Teens who text late at night not only suffer from poor sleep, but their academic performance becomes negatively impacted as well. Study author Xue Ming said, “We need to be aware that teenagers are using electronic devices excessively and have a unique physiology. They tend to go to sleep late and get up late. When we go against that natural rhythm, students become less efficient.”
Reports suggest that children and youth used technological devices up to seven and a half hours a day.
The new findings go along with other studies which are emerging that reveal the negative consequences of technology use in youth.
Ming added, “”During the last few years I have noticed an increased use of smartphones by my patients with sleep problems. I wanted to isolate how messaging alone – especially after the lights are out – contributes to sleep-related problems and academic performance.”
To conduct their study, the researchers administered surveys across three New Jersey Schools and evaluated 1,537 responses, looking at grade, sex, messaging duration, and time of day when texting occurred.
Results uncovered that those students who turned off their devices or messaged for less than 30 minutes after lights went out, performed better academically compared to those who continued to text late at night for over 30 minutes.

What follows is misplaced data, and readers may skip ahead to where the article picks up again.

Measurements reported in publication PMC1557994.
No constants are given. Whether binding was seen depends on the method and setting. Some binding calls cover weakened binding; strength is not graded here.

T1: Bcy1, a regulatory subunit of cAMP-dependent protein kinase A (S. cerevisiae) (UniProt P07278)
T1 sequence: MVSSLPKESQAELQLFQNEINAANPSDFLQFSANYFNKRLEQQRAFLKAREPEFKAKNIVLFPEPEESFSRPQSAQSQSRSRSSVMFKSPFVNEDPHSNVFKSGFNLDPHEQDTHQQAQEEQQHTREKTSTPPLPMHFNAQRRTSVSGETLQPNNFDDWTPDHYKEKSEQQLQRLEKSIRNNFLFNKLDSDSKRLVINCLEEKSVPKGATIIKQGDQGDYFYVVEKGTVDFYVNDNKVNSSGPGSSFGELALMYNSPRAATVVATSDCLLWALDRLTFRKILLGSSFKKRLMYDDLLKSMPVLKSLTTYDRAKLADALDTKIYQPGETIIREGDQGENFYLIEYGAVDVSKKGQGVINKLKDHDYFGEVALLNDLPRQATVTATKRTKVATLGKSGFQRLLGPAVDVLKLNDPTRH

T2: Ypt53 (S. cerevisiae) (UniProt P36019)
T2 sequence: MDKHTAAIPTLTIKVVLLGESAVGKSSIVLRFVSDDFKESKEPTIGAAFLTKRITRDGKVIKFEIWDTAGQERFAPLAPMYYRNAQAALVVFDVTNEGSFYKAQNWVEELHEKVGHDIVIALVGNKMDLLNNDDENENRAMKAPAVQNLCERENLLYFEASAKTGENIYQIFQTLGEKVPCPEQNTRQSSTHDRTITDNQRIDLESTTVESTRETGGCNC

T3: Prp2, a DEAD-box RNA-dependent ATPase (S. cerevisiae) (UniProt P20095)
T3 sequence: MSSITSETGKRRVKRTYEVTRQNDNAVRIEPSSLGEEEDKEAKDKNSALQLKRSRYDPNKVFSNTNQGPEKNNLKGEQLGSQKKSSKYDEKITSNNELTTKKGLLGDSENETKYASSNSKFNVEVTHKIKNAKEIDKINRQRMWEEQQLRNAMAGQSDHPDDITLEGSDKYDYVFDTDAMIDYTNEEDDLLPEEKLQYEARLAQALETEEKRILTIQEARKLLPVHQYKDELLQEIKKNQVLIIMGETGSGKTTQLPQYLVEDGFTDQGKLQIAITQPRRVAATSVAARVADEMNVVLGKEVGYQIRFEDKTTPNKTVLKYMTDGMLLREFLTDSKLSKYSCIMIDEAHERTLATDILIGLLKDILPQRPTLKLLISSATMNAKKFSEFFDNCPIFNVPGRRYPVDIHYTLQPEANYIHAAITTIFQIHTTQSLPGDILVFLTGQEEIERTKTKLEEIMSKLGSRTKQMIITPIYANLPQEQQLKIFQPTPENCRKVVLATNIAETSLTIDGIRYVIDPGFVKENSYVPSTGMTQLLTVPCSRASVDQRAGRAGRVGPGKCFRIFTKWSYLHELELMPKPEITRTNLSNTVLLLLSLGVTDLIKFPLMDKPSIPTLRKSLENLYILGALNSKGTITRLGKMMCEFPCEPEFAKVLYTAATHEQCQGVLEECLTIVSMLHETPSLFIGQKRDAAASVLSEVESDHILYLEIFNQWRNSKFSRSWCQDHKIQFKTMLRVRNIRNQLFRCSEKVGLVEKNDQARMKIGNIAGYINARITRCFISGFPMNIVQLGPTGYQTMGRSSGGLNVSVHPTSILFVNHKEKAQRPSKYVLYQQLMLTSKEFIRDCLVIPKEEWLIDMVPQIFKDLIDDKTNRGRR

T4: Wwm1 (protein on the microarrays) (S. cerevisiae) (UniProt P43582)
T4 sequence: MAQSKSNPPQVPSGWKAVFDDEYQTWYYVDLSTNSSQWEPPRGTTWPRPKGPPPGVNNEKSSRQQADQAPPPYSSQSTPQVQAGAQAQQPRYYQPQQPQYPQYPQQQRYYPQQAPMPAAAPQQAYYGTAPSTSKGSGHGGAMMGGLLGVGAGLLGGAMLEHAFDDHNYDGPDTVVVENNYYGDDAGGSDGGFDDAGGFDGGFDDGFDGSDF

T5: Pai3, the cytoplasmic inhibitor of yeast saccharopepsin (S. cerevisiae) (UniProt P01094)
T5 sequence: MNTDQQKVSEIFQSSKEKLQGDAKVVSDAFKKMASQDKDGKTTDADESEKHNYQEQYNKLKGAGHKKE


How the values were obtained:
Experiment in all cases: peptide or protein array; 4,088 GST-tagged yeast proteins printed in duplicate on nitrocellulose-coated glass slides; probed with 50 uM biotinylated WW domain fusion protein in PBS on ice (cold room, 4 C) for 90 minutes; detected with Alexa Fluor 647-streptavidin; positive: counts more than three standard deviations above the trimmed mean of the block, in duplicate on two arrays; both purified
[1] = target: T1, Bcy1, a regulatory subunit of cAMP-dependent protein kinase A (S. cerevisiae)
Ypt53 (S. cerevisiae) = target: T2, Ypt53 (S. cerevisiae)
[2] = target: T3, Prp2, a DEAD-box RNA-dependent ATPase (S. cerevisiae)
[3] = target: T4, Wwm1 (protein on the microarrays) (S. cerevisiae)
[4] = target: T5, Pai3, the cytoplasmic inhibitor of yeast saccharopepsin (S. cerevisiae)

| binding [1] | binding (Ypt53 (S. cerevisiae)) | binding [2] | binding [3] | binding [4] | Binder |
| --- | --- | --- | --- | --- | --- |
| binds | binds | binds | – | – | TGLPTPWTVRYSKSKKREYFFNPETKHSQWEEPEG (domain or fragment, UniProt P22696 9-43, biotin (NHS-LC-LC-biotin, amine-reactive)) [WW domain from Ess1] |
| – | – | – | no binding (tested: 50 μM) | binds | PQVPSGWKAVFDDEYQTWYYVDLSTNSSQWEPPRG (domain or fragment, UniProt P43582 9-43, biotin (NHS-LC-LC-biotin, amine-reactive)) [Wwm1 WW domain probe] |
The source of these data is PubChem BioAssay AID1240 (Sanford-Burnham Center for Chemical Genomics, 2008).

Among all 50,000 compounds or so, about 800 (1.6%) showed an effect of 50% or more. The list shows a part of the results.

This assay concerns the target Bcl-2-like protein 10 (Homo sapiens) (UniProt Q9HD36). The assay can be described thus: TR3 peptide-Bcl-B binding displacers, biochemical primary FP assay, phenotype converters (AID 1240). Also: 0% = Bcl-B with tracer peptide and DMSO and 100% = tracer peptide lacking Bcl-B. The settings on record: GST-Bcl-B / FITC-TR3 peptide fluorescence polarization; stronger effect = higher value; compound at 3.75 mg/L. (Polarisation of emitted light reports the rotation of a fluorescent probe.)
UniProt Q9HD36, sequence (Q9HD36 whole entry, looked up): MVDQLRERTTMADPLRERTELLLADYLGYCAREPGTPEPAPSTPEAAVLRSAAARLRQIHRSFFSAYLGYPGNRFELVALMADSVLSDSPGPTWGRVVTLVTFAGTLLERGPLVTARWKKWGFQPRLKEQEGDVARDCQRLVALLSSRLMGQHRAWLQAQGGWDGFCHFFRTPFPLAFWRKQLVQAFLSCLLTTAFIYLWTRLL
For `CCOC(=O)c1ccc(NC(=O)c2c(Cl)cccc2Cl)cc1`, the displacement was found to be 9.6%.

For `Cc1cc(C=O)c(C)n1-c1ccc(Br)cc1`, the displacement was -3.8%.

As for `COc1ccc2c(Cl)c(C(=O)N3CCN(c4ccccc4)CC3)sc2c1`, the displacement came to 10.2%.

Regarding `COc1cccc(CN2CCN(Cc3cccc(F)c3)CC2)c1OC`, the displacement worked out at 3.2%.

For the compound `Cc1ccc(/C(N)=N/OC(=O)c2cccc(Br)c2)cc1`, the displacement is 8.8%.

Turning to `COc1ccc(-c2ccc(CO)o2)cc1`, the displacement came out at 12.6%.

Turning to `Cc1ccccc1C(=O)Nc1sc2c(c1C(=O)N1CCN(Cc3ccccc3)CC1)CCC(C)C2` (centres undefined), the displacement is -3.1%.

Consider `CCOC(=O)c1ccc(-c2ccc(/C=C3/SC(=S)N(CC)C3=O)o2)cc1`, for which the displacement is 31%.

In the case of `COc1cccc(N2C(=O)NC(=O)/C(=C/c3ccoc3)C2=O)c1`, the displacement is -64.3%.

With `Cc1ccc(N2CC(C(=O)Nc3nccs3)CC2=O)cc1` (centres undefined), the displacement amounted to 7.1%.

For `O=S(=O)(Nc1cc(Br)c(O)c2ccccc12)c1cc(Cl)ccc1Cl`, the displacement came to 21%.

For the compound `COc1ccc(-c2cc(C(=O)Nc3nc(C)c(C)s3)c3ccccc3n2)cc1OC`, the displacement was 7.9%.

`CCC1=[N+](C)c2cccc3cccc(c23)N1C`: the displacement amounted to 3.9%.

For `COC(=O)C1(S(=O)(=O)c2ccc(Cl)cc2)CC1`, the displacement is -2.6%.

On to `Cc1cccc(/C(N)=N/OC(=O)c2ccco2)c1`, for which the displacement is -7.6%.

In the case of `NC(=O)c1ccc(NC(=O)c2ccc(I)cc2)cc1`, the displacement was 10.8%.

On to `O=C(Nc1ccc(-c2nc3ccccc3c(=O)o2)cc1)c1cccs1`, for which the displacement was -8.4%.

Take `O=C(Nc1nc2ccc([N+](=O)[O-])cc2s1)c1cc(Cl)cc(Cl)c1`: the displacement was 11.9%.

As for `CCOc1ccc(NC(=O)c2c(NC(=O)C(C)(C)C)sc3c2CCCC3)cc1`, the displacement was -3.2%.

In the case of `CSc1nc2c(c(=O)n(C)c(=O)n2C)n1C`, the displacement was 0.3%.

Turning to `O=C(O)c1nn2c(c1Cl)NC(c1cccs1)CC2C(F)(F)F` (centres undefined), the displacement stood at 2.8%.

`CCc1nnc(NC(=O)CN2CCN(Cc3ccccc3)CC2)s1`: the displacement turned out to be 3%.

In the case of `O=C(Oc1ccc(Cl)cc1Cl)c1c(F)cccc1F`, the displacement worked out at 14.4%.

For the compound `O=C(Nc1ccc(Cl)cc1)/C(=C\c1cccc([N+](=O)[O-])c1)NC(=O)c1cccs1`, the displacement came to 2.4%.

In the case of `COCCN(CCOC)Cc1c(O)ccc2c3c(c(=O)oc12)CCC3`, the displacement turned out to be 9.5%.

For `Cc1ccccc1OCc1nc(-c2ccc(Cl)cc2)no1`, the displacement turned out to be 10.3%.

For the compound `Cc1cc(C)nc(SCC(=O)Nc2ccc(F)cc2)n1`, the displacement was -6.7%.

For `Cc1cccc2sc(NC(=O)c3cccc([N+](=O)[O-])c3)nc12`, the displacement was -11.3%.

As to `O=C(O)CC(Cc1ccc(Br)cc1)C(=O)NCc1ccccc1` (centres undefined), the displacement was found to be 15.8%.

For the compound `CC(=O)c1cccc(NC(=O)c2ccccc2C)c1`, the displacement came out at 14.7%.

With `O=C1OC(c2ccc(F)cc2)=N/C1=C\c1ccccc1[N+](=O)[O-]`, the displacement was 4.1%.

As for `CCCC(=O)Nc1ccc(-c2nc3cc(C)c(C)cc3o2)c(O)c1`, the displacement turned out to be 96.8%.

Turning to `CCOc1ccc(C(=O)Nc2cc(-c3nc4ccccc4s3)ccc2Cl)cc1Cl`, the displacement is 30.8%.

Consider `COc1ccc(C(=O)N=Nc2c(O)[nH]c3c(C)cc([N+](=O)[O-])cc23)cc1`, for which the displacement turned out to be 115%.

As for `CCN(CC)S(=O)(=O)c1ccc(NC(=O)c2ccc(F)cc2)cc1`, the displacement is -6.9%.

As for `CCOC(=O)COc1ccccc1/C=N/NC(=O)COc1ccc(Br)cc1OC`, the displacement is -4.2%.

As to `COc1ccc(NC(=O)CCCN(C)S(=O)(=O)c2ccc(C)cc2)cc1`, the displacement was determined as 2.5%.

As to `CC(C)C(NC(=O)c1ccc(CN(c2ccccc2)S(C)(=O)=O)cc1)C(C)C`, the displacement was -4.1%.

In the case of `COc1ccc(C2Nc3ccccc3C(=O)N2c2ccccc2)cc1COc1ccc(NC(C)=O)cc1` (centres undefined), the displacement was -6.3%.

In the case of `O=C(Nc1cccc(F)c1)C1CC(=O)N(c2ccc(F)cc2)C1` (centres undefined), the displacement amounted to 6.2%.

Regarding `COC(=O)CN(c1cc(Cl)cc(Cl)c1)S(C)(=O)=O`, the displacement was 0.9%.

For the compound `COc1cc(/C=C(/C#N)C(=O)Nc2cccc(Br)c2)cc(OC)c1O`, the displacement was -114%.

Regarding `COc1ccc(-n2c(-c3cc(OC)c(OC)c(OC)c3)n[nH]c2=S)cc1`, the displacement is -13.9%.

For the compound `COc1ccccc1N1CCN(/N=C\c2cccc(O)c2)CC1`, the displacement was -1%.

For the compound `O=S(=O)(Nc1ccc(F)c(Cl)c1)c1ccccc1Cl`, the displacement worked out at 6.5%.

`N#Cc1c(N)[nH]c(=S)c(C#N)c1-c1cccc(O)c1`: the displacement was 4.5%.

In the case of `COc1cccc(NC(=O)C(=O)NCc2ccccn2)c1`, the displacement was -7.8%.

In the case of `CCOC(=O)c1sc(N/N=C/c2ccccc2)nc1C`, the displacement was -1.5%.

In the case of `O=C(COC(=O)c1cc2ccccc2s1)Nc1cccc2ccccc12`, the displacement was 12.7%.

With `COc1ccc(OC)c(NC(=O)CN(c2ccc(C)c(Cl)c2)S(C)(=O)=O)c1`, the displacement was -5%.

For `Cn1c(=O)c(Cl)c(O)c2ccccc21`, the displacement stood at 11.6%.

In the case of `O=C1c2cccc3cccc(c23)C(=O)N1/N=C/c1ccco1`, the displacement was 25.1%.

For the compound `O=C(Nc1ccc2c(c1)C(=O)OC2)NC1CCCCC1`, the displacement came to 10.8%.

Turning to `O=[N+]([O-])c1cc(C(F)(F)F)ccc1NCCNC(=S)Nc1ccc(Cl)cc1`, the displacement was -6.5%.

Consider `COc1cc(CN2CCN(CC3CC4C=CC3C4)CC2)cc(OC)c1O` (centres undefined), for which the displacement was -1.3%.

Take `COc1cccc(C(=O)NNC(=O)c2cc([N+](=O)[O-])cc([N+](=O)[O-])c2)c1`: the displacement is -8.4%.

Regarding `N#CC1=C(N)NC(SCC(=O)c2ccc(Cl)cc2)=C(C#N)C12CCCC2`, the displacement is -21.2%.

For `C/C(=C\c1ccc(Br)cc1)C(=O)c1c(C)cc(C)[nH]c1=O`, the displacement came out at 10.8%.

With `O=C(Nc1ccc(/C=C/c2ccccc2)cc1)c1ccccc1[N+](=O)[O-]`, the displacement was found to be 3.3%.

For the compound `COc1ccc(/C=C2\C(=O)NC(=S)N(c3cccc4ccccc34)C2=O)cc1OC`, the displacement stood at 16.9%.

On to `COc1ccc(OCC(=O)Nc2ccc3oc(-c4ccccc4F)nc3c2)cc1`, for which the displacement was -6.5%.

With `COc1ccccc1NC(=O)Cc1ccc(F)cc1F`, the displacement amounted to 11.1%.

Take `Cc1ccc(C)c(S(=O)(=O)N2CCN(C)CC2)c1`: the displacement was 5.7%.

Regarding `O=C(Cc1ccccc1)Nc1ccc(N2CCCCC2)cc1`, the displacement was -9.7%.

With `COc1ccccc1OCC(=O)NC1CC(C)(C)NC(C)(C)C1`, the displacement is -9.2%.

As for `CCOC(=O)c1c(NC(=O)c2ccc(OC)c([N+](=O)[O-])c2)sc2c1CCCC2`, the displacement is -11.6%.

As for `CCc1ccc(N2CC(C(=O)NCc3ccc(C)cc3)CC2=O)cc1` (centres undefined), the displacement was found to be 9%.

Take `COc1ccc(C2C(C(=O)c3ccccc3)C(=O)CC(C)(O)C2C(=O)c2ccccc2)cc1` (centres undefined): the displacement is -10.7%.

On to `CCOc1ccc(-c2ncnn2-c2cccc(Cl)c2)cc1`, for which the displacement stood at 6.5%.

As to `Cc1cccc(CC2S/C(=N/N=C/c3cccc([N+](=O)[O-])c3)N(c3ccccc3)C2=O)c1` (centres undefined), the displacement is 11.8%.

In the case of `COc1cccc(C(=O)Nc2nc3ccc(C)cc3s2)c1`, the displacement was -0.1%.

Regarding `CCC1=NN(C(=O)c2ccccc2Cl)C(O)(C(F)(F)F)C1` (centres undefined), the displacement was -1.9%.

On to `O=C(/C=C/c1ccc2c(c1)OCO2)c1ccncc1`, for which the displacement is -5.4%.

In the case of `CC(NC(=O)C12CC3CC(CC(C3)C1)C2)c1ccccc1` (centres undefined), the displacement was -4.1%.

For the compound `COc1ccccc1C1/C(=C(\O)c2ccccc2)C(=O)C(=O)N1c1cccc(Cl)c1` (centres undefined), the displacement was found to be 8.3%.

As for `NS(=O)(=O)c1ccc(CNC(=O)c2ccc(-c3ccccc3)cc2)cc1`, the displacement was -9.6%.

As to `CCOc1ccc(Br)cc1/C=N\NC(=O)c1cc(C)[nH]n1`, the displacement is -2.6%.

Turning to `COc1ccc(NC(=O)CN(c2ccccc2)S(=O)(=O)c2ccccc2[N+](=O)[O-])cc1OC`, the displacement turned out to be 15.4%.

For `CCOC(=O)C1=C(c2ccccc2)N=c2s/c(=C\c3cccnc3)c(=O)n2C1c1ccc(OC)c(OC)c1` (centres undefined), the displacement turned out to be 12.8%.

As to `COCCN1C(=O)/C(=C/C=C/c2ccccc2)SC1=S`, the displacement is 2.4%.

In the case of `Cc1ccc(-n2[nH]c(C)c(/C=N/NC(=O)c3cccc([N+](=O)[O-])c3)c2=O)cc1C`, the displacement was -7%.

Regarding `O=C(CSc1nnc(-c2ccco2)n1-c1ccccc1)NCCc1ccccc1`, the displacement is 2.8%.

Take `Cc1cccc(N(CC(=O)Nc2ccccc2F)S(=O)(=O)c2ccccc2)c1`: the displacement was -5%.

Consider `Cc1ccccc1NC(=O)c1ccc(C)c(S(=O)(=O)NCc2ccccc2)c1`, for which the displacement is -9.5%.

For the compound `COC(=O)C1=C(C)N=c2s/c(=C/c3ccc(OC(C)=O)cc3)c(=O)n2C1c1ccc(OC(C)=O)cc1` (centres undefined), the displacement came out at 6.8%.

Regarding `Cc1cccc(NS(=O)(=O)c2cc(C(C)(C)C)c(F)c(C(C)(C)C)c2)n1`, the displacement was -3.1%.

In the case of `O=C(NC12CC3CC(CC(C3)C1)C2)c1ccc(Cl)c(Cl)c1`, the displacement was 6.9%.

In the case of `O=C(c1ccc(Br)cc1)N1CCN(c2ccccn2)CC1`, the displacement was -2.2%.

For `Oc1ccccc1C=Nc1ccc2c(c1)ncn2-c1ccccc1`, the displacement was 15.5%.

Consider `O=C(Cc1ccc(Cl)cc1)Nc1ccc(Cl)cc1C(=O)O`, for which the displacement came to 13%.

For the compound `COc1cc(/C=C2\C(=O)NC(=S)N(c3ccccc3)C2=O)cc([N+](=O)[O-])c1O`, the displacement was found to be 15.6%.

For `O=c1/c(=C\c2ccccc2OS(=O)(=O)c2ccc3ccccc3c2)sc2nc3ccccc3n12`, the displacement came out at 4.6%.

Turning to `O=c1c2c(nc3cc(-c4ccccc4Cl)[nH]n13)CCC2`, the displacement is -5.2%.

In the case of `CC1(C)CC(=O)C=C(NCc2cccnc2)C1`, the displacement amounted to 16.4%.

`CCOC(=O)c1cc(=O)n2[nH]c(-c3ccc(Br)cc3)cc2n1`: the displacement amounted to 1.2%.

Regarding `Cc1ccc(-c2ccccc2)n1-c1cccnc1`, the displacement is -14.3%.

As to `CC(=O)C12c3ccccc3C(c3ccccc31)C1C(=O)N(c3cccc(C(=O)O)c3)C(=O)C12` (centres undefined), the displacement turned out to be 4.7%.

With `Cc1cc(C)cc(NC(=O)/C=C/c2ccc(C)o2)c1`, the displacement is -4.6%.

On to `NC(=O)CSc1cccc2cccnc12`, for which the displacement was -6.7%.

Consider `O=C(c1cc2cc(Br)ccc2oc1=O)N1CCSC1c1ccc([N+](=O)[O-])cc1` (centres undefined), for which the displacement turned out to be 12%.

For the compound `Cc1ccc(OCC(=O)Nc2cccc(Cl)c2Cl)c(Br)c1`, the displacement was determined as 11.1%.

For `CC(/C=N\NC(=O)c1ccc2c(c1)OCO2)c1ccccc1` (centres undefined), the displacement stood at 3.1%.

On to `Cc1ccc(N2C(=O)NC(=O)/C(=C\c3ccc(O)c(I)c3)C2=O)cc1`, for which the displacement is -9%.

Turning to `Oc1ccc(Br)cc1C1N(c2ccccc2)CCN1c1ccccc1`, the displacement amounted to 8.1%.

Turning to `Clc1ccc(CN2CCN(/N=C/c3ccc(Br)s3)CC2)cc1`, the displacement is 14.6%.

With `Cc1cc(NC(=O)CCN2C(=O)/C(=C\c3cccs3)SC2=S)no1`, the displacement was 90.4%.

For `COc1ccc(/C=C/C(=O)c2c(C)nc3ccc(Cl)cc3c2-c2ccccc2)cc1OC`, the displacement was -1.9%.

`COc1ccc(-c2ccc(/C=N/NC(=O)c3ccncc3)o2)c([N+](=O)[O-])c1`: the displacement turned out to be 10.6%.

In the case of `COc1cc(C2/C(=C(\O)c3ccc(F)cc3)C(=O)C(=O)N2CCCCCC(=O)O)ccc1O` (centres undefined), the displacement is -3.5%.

Late-night texting also resulted in shorter sleep and thus led to greater tiredness during the day. “Blue light” emitted from technology devices can have a large effect on daytime sleepiness as it can delay the release of melatonin.
“When we turn the lights off, it should be to make a gradual transition from wakefulness to sleep. If a person keeps getting text messages with alerts and light emission, that also can disrupt his circadian rhythm. Rapid Eye Movement sleep is the period during sleep most important to learning, memory consolidation and social adjustment in adolescents. When falling asleep is delayed but rising time is not, REM sleep will be cut short, which can affect learning and memory,” added Ming.
Ming suggests that educators inform students about the importance of sleep and incorporate sleep education into the curriculum. “Sleep is not a luxury; it’s a biological necessity. Adolescents are not receiving the optimal amount of sleep; they should be getting eight and a half hours a night. Sleep deprivation is a strong argument in favor of later start times for high schools – like nine a.m.,” Ming concluded.